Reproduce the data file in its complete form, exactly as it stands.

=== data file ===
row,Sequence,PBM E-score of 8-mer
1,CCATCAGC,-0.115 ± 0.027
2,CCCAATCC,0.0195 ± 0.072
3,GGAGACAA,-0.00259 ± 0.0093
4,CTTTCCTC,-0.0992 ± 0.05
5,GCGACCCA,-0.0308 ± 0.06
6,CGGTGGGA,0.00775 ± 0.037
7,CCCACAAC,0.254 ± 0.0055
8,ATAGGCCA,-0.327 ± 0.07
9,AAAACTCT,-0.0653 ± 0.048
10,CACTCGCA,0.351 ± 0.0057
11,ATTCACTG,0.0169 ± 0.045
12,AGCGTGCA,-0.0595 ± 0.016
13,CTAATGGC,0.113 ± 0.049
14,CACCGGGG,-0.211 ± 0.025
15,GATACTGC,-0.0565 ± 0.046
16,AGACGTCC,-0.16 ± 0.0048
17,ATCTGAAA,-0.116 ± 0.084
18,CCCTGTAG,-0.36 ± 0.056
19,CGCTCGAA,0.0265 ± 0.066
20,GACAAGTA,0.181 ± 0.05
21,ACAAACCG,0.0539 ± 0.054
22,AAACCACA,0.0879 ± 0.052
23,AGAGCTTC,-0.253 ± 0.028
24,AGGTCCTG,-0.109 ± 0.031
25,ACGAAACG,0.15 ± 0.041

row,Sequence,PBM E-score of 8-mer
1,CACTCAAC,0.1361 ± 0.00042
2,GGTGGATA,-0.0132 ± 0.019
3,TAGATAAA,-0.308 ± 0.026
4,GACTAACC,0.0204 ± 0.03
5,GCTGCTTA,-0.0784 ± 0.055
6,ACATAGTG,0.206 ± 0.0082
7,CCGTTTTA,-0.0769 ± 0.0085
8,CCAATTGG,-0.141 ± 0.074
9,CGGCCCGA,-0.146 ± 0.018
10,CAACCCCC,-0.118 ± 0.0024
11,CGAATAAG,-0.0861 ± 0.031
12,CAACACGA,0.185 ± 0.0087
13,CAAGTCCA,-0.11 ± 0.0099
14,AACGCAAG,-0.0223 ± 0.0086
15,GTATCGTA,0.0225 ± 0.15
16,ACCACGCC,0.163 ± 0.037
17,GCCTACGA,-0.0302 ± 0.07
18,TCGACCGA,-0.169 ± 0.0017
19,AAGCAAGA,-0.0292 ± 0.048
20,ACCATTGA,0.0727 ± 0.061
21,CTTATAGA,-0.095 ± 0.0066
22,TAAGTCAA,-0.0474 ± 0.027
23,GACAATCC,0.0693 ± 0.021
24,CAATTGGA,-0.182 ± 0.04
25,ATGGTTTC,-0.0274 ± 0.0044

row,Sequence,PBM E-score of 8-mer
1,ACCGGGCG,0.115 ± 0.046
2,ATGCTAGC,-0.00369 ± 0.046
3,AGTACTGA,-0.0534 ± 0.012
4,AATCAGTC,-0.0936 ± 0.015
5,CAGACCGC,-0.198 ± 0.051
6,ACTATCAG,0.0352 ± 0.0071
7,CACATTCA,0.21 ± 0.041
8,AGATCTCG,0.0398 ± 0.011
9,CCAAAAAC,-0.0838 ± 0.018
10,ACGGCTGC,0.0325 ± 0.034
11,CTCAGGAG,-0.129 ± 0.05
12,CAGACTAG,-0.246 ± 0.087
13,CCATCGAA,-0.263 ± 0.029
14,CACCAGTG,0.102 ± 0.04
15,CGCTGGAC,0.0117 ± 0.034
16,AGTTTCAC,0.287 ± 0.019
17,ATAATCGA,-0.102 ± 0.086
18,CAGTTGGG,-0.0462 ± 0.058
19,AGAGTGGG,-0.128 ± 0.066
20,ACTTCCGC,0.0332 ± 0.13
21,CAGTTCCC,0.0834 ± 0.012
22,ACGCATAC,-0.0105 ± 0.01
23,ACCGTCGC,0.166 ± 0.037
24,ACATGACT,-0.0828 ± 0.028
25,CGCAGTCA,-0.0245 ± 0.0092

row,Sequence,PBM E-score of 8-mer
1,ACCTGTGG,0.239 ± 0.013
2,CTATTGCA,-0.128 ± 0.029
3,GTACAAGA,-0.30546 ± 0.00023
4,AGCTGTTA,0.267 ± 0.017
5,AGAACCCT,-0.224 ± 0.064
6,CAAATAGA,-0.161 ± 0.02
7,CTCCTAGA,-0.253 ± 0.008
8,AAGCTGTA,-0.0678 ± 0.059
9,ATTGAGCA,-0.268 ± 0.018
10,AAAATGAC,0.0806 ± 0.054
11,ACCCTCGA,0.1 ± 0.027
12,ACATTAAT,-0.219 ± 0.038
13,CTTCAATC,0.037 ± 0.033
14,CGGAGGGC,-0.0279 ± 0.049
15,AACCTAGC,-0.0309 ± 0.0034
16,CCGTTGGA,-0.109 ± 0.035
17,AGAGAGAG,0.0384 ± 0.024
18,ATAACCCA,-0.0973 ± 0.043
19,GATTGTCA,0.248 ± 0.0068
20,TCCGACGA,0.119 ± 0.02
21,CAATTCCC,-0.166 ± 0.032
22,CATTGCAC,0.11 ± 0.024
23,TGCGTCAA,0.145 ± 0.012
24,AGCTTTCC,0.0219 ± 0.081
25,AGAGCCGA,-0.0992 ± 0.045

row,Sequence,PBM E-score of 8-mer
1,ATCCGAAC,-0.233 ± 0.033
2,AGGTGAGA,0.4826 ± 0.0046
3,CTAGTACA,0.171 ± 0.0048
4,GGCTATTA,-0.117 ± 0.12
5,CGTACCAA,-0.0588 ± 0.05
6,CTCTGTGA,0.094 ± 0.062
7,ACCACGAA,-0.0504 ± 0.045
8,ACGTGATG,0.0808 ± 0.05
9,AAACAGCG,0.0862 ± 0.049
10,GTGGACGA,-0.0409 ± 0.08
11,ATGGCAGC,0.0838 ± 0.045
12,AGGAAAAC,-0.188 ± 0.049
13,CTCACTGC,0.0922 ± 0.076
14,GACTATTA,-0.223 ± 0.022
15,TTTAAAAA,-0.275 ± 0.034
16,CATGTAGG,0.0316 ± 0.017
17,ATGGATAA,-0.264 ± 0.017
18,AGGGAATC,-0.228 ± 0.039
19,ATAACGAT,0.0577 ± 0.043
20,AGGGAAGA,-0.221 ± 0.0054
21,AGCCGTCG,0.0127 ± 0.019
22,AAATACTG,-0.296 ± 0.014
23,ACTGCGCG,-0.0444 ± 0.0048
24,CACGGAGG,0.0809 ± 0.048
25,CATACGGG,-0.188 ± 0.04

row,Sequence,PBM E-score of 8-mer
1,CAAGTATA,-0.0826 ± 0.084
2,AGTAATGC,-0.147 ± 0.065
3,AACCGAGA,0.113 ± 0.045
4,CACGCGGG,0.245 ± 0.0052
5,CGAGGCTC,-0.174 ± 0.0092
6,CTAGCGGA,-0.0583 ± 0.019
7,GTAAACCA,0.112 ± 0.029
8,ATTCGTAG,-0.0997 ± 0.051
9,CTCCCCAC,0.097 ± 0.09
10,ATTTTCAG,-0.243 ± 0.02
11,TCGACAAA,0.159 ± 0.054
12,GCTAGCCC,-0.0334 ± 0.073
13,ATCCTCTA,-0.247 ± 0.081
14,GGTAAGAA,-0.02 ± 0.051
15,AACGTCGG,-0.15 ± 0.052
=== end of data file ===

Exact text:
row,Sequence,PBM E-score of 8-mer
1,CCATCAGC,-0.115 ± 0.027
2,CCCAATCC,0.0195 ± 0.072
3,GGAGACAA,-0.00259 ± 0.0093
4,CTTTCCTC,-0.0992 ± 0.05
5,GCGACCCA,-0.0308 ± 0.06
6,CGGTGGGA,0.00775 ± 0.037
7,CCCACAAC,0.254 ± 0.0055
8,ATAGGCCA,-0.327 ± 0.07
9,AAAACTCT,-0.0653 ± 0.048
10,CACTCGCA,0.351 ± 0.0057
11,ATTCACTG,0.0169 ± 0.045
12,AGCGTGCA,-0.0595 ± 0.016
13,CTAATGGC,0.113 ± 0.049
14,CACCGGGG,-0.211 ± 0.025
15,GATACTGC,-0.0565 ± 0.046
16,AGACGTCC,-0.16 ± 0.0048
17,ATCTGAAA,-0.116 ± 0.084
18,CCCTGTAG,-0.36 ± 0.056
19,CGCTCGAA,0.0265 ± 0.066
20,GACAAGTA,0.181 ± 0.05
21,ACAAACCG,0.0539 ± 0.054
22,AAACCACA,0.0879 ± 0.052
23,AGAGCTTC,-0.253 ± 0.028
24,AGGTCCTG,-0.109 ± 0.031
25,ACGAAACG,0.15 ± 0.041

row,Sequence,PBM E-score of 8-mer
1,CACTCAAC,0.1361 ± 0.00042
2,GGTGGATA,-0.0132 ± 0.019
3,TAGATAAA,-0.308 ± 0.026
4,GACTAACC,0.0204 ± 0.03
5,GCTGCTTA,-0.0784 ± 0.055
6,ACATAGTG,0.206 ± 0.0082
7,CCGTTTTA,-0.0769 ± 0.0085
8,CCAATTGG,-0.141 ± 0.074
9,CGGCCCGA,-0.146 ± 0.018
10,CAACCCCC,-0.118 ± 0.0024
11,CGAATAAG,-0.0861 ± 0.031
12,CAACACGA,0.185 ± 0.0087
13,CAAGTCCA,-0.11 ± 0.0099
14,AACGCAAG,-0.0223 ± 0.0086
15,GTATCGTA,0.0225 ± 0.15
16,ACCACGCC,0.163 ± 0.037
17,GCCTACGA,-0.0302 ± 0.07
18,TCGACCGA,-0.169 ± 0.0017
19,AAGCAAGA,-0.0292 ± 0.048
20,ACCATTGA,0.0727 ± 0.061
21,CTTATAGA,-0.095 ± 0.0066
22,TAAGTCAA,-0.0474 ± 0.027
23,GACAATCC,0.0693 ± 0.021
24,CAATTGGA,-0.182 ± 0.04
25,ATGGTTTC,-0.0274 ± 0.0044

row,Sequence,PBM E-score of 8-mer
1,ACCGGGCG,0.115 ± 0.046
2,ATGCTAGC,-0.00369 ± 0.046
3,AGTACTGA,-0.0534 ± 0.012
4,AATCAGTC,-0.0936 ± 0.015
5,CAGACCGC,-0.198 ± 0.051
6,ACTATCAG,0.0352 ± 0.0071
7,CACATTCA,0.21 ± 0.041
8,AGATCTCG,0.0398 ± 0.011
9,CCAAAAAC,-0.0838 ± 0.018
10,ACGGCTGC,0.0325 ± 0.034
11,CTCAGGAG,-0.129 ± 0.05
12,CAGACTAG,-0.246 ± 0.087
13,CCATCGAA,-0.263 ± 0.029
14,CACCAGTG,0.102 ± 0.04
15,CGCTGGAC,0.0117 ± 0.034
16,AGTTTCAC,0.287 ± 0.019
17,ATAATCGA,-0.102 ± 0.086
18,CAGTTGGG,-0.0462 ± 0.058
19,AGAGTGGG,-0.128 ± 0.066
20,ACTTCCGC,0.0332 ± 0.13
21,CAGTTCCC,0.0834 ± 0.012
22,ACGCATAC,-0.0105 ± 0.01
23,ACCGTCGC,0.166 ± 0.037
24,ACATGACT,-0.0828 ± 0.028
25,CGCAGTCA,-0.0245 ± 0.0092

row,Sequence,PBM E-score of 8-mer
1,ACCTGTGG,0.239 ± 0.013
2,CTATTGCA,-0.128 ± 0.029
3,GTACAAGA,-0.30546 ± 0.00023
4,AGCTGTTA,0.267 ± 0.017
5,AGAACCCT,-0.224 ± 0.064
6,CAAATAGA,-0.161 ± 0.02
7,CTCCTAGA,-0.253 ± 0.008
8,AAGCTGTA,-0.0678 ± 0.059
9,ATTGAGCA,-0.268 ± 0.018
10,AAAATGAC,0.0806 ± 0.054
11,ACCCTCGA,0.1 ± 0.027
12,ACATTAAT,-0.219 ± 0.038
13,CTTCAATC,0.037 ± 0.033
14,CGGAGGGC,-0.0279 ± 0.049
15,AACCTAGC,-0.0309 ± 0.0034
16,CCGTTGGA,-0.109 ± 0.035
17,AGAGAGAG,0.0384 ± 0.024
18,ATAACCCA,-0.0973 ± 0.043
19,GATTGTCA,0.248 ± 0.0068
20,TCCGACGA,0.119 ± 0.02
21,CAATTCCC,-0.166 ± 0.032
22,CATTGCAC,0.11 ± 0.024
23,TGCGTCAA,0.145 ± 0.012
24,AGCTTTCC,0.0219 ± 0.081
25,AGAGCCGA,-0.0992 ± 0.045

row,Sequence,PBM E-score of 8-mer
1,ATCCGAAC,-0.233 ± 0.033
2,AGGTGAGA,0.4826 ± 0.0046
3,CTAGTACA,0.171 ± 0.0048
4,GGCTATTA,-0.117 ± 0.12
5,CGTACCAA,-0.0588 ± 0.05
6,CTCTGTGA,0.094 ± 0.062
7,ACCACGAA,-0.0504 ± 0.045
8,ACGTGATG,0.0808 ± 0.05
9,AAACAGCG,0.0862 ± 0.049
10,GTGGACGA,-0.0409 ± 0.08
11,ATGGCAGC,0.0838 ± 0.045
12,AGGAAAAC,-0.188 ± 0.049
13,CTCACTGC,0.0922 ± 0.076
14,GACTATTA,-0.223 ± 0.022
15,TTTAAAAA,-0.275 ± 0.034
16,CATGTAGG,0.0316 ± 0.017
17,ATGGATAA,-0.264 ± 0.017
18,AGGGAATC,-0.228 ± 0.039
19,ATAACGAT,0.0577 ± 0.043
20,AGGGAAGA,-0.221 ± 0.0054
21,AGCCGTCG,0.0127 ± 0.019
22,AAATACTG,-0.296 ± 0.014
23,ACTGCGCG,-0.0444 ± 0.0048
24,CACGGAGG,0.0809 ± 0.048
25,CATACGGG,-0.188 ± 0.04

row,Sequence,PBM E-score of 8-mer
1,CAAGTATA,-0.0826 ± 0.084
2,AGTAATGC,-0.147 ± 0.065
3,AACCGAGA,0.113 ± 0.045
4,CACGCGGG,0.245 ± 0.0052
5,CGAGGCTC,-0.174 ± 0.0092
6,CTAGCGGA,-0.0583 ± 0.019
7,GTAAACCA,0.112 ± 0.029
8,ATTCGTAG,-0.0997 ± 0.051
9,CTCCCCAC,0.097 ± 0.09
10,ATTTTCAG,-0.243 ± 0.02
11,TCGACAAA,0.159 ± 0.054
12,GCTAGCCC,-0.0334 ± 0.073
13,ATCCTCTA,-0.247 ± 0.081
14,GGTAAGAA,-0.02 ± 0.051
15,AACGTCGG,-0.15 ± 0.052